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4

There were electoral and administrative reasons for Lincoln to balance the ticket with a Democrat. He did legitimately fear that he might lose the election to McClellan, and Lincoln would do what it took to win. Lincoln did not much respect McClellan at this point. Furthermore, the Democrats had endorsed a peace plank at their convention. Thus Lincoln was ...


5

You are not going to find these statistics. I put the evidence for this “below the fold.” Basically, crime stats experts all say that crime stats are unreliable before the mid-20th century. However, I think private trips must have been robbed at much higher rates than commercial trips for the simple reason that the vast majority of highwaymen operated in ...


3

I am a regular stackexchange user but never in the history boards before. This post caught my eye. My Great Grandmother lived as a pioneer homesteader/farmer in Klamath Falls, Oregon. Her father died when she was very young, and her older brother badly injured his knee on a nail that worked itself loose on a horse drawn sleigh. He moved into the city to ...


3

@twoshedas answer, currently the accepted one, mentions just one approach but there were others. For example, in Montreal, Canada, large shafts that lead from the street level down to the sewers were used by city workers to push snow off the street and out of sight. From UnderMontreal A 19th century snow-dump shaft at the beginning stages of the Cote ...


5

Yes. Wikipedia maintains a list of "Wars and Anthropogenic Disasters by Death Toll." Here are the 19th century entries, with lower and upper estimates for death toll. Taiping Rebellion (20-100 million) Napoleonic Wars (3.5-7 million) Shaka's Conquests (1.5-2 million) Du Wenxiu Rebellion (0.8-1 million) American Civil War (0.67-0.85 million) Circassian ...


-4

Throwing salt on to the road to melt ice is been a common practice for over 500 years back, back then they would actually use large grains of salt then used today so it probably was more effective


28

Snow removal takes a lot of effort. It was easier to switch out wheeled carriages for sleighs. Sleighs work better with more snow, so that according to this article: in the 18th and 19th centuries, "snow was never a threat" to road travel, "but rather it was an asset." The more densely packed snow became, the better. Some municipalities even had ...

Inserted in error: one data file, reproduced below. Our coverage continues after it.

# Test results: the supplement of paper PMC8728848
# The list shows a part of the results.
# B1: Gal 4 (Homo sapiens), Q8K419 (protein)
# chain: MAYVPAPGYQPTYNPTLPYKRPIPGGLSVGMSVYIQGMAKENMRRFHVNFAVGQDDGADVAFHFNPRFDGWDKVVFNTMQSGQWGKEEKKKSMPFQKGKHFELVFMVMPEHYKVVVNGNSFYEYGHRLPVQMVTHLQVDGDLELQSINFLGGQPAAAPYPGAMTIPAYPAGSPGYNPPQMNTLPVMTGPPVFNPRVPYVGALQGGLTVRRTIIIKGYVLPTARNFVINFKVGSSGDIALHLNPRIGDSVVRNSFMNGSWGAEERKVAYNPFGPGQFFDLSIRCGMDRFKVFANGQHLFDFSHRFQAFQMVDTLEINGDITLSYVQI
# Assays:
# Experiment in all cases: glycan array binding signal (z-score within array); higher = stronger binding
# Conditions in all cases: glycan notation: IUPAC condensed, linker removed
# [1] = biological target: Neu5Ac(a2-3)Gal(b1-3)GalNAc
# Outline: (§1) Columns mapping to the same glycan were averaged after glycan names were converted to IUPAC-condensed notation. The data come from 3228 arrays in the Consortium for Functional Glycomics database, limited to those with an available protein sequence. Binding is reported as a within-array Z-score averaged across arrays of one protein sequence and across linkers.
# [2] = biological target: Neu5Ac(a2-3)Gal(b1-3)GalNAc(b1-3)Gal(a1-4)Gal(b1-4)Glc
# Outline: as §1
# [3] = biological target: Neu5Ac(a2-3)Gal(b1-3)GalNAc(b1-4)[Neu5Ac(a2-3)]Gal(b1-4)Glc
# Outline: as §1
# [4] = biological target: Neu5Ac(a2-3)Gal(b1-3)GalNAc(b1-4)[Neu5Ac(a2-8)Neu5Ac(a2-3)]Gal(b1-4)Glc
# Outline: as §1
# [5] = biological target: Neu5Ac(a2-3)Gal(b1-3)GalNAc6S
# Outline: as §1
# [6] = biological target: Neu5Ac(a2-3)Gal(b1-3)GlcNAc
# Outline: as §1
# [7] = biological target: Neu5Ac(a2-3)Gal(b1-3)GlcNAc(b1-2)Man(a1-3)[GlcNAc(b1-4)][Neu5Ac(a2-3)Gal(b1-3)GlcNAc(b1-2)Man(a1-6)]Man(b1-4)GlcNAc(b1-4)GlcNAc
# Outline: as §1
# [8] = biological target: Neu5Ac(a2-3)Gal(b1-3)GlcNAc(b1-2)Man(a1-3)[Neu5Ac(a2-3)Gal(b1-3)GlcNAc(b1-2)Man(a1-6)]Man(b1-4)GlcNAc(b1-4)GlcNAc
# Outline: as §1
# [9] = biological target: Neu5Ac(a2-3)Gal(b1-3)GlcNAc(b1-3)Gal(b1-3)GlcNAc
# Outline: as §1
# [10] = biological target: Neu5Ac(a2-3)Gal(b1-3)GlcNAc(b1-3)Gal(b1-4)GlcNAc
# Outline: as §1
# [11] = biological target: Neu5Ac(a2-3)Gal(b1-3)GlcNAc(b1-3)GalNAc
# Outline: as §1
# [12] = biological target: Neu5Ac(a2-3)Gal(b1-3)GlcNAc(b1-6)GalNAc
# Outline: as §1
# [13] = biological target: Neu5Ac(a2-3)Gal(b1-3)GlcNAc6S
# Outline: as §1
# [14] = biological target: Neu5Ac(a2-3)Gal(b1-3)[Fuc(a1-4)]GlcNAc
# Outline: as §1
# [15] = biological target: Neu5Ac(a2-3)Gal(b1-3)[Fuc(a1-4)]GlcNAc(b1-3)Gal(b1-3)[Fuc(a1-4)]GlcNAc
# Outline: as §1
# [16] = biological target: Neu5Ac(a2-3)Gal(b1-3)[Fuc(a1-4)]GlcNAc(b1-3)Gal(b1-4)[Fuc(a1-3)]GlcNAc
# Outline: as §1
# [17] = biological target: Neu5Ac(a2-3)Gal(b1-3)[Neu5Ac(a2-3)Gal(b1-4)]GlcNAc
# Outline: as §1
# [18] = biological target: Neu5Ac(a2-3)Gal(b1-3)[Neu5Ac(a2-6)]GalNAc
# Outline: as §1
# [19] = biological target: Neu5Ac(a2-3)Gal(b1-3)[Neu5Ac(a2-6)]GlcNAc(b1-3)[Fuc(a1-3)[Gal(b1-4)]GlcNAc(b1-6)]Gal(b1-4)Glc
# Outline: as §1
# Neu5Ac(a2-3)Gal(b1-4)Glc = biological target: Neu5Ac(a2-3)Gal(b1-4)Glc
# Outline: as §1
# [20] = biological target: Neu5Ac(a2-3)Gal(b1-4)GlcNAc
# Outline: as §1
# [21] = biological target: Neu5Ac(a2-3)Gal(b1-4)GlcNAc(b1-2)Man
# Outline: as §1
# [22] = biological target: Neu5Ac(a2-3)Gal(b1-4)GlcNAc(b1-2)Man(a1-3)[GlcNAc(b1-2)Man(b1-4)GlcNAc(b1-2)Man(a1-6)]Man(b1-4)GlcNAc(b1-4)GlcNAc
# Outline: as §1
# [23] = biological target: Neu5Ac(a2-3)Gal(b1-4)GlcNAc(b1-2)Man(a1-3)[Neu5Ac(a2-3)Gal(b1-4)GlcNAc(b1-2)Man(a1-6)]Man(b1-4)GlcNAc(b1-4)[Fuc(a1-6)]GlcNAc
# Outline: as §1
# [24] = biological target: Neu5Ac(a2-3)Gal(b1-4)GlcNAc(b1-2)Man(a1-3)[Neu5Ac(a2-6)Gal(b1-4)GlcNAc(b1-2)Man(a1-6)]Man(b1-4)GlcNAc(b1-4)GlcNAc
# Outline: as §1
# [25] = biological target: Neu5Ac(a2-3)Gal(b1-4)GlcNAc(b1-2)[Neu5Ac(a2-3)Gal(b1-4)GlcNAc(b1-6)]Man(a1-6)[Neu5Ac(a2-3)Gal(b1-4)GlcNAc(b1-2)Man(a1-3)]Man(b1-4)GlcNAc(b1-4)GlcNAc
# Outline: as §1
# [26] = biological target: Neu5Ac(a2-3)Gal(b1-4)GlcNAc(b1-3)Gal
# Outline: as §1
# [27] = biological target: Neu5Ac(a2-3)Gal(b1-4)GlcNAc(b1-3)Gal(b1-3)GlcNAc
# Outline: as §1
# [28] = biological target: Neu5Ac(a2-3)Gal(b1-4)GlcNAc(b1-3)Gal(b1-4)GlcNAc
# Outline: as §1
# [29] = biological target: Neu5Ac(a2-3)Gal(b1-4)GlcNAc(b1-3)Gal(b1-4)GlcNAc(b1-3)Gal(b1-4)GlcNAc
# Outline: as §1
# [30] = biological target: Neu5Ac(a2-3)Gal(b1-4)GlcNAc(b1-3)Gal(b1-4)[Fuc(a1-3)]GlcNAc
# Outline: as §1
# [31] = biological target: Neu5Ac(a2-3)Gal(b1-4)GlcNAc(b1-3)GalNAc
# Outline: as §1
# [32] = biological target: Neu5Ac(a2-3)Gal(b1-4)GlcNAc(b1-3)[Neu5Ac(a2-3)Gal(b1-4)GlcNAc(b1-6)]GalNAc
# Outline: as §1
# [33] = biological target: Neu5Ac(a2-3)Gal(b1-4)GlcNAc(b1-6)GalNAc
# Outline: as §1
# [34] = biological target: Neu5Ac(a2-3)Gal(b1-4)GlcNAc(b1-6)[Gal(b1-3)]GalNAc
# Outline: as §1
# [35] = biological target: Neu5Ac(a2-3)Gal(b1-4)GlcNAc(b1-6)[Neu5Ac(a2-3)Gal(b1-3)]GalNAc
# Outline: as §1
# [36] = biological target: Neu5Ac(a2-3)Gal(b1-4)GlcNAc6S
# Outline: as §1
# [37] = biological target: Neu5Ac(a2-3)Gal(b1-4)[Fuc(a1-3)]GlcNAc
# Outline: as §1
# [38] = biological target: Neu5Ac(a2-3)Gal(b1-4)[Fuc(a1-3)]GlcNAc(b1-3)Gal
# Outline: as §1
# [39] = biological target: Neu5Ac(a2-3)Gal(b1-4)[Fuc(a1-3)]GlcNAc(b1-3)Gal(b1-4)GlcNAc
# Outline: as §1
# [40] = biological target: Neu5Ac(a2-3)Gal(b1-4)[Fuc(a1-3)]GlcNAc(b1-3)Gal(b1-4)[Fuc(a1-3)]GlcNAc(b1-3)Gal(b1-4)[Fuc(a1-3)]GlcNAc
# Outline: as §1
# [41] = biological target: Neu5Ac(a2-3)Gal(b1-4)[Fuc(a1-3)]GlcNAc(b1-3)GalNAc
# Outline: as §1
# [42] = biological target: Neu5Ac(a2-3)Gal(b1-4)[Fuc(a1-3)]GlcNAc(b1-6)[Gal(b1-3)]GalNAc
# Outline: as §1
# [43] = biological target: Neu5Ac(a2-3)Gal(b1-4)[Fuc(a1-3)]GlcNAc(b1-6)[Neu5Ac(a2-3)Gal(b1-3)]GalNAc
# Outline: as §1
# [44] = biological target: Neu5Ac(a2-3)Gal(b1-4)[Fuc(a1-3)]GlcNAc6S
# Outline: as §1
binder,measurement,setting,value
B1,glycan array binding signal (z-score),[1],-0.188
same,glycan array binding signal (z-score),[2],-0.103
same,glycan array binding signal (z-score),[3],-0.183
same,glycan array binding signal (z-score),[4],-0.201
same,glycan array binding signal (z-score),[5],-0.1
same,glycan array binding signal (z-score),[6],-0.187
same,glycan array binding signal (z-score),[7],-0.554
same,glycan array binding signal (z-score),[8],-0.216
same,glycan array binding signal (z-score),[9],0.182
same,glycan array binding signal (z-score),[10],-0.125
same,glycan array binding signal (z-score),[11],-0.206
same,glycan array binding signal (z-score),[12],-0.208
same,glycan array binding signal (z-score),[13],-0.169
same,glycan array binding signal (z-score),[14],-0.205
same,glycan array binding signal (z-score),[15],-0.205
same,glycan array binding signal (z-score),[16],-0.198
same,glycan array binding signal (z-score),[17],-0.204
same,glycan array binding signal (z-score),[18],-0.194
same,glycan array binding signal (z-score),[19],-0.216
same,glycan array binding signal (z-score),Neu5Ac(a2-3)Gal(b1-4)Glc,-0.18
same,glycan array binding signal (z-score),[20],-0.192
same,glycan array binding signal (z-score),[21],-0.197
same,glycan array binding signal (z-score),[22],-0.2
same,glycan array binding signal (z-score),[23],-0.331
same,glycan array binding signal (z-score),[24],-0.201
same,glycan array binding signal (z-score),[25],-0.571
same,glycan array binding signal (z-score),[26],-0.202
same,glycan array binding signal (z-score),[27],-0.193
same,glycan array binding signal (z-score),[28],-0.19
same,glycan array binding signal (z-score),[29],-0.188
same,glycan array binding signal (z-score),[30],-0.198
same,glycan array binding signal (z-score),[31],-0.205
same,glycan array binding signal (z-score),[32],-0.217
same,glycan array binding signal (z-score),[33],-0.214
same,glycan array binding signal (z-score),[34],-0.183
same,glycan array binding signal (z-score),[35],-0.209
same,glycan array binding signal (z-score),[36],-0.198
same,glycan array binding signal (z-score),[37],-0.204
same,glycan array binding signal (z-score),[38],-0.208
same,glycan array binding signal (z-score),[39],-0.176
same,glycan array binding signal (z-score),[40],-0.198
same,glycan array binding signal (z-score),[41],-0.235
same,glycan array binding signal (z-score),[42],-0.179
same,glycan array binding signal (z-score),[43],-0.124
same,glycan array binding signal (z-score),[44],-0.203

4

Not being a native speaker of English, my interpretation might not be correct, but this is a quote from "Narrative of the expedition of an American Squadron to the China Seas and Japan"; "The Japanese officials took especial interest, on the occasion of their frequent visits to the ships in the inspection of the armament, and were often gratified with the ...


3

This question should probably be closed as opinion based, particularly given the lack of prelimnary research. There is no clearly and objectively acceptable answer. I'm reluctant to contradict TheHonRose, but from my perspective, the fundamental division of society is between the aristocrats and the common folk. Royals are clearly part of the aristocracy. ...


3

I would suggest the answer is "No" - and the aristocracy would not actually include gentry either. Social gradations at that time were subtle but strong, a wealthy "gentleman" would still defer to a peer, even if the peer were the poorer. Read Jane Austen and Anthony Trollope for examples. But royalty was in a different category, as, indeed, it is today; ...


2

This depends on how you define the word aristocracy. Its not a legal term or anything, just a convenient categorization. Havng said that, 19th century writings refer to Britain's aristocracy and royalty distinctly. Most of the time, the two are just too different to be lumped together in descriptions. Aristocracy is usually considered below the royals today ...


3

They way that was phrased should be ringing bells right off the bat. The USA has a long and proud history of having tall tales (iow: outrageous lies) made up about opposing politicians. As a man who split and refounded the Democratic Party, and the first President from a "western" state, Andrew Jackson had more than the typical share of political opponents. ...


7

It seems to me that the Democratic Party was not named per se. Instead, it gradually settled upon its present name more or less between 1824 and 1844. As is well known, the original Republican Party largely collapsed into personality-centric factions after 1824. The resulting fledgling parties, however, continued to profess membership in the old Republican ...


6

Definitely by 1844, since their platform for that year speaks of "the Democratic party of this Union." (By comparison, the platform for 1840 makes no such reference, which may imply that in that year it wasn't yet the official name.) Actually, looking further, here are the proceedings from their national convention of 1840, labeled the "National Democratic ...



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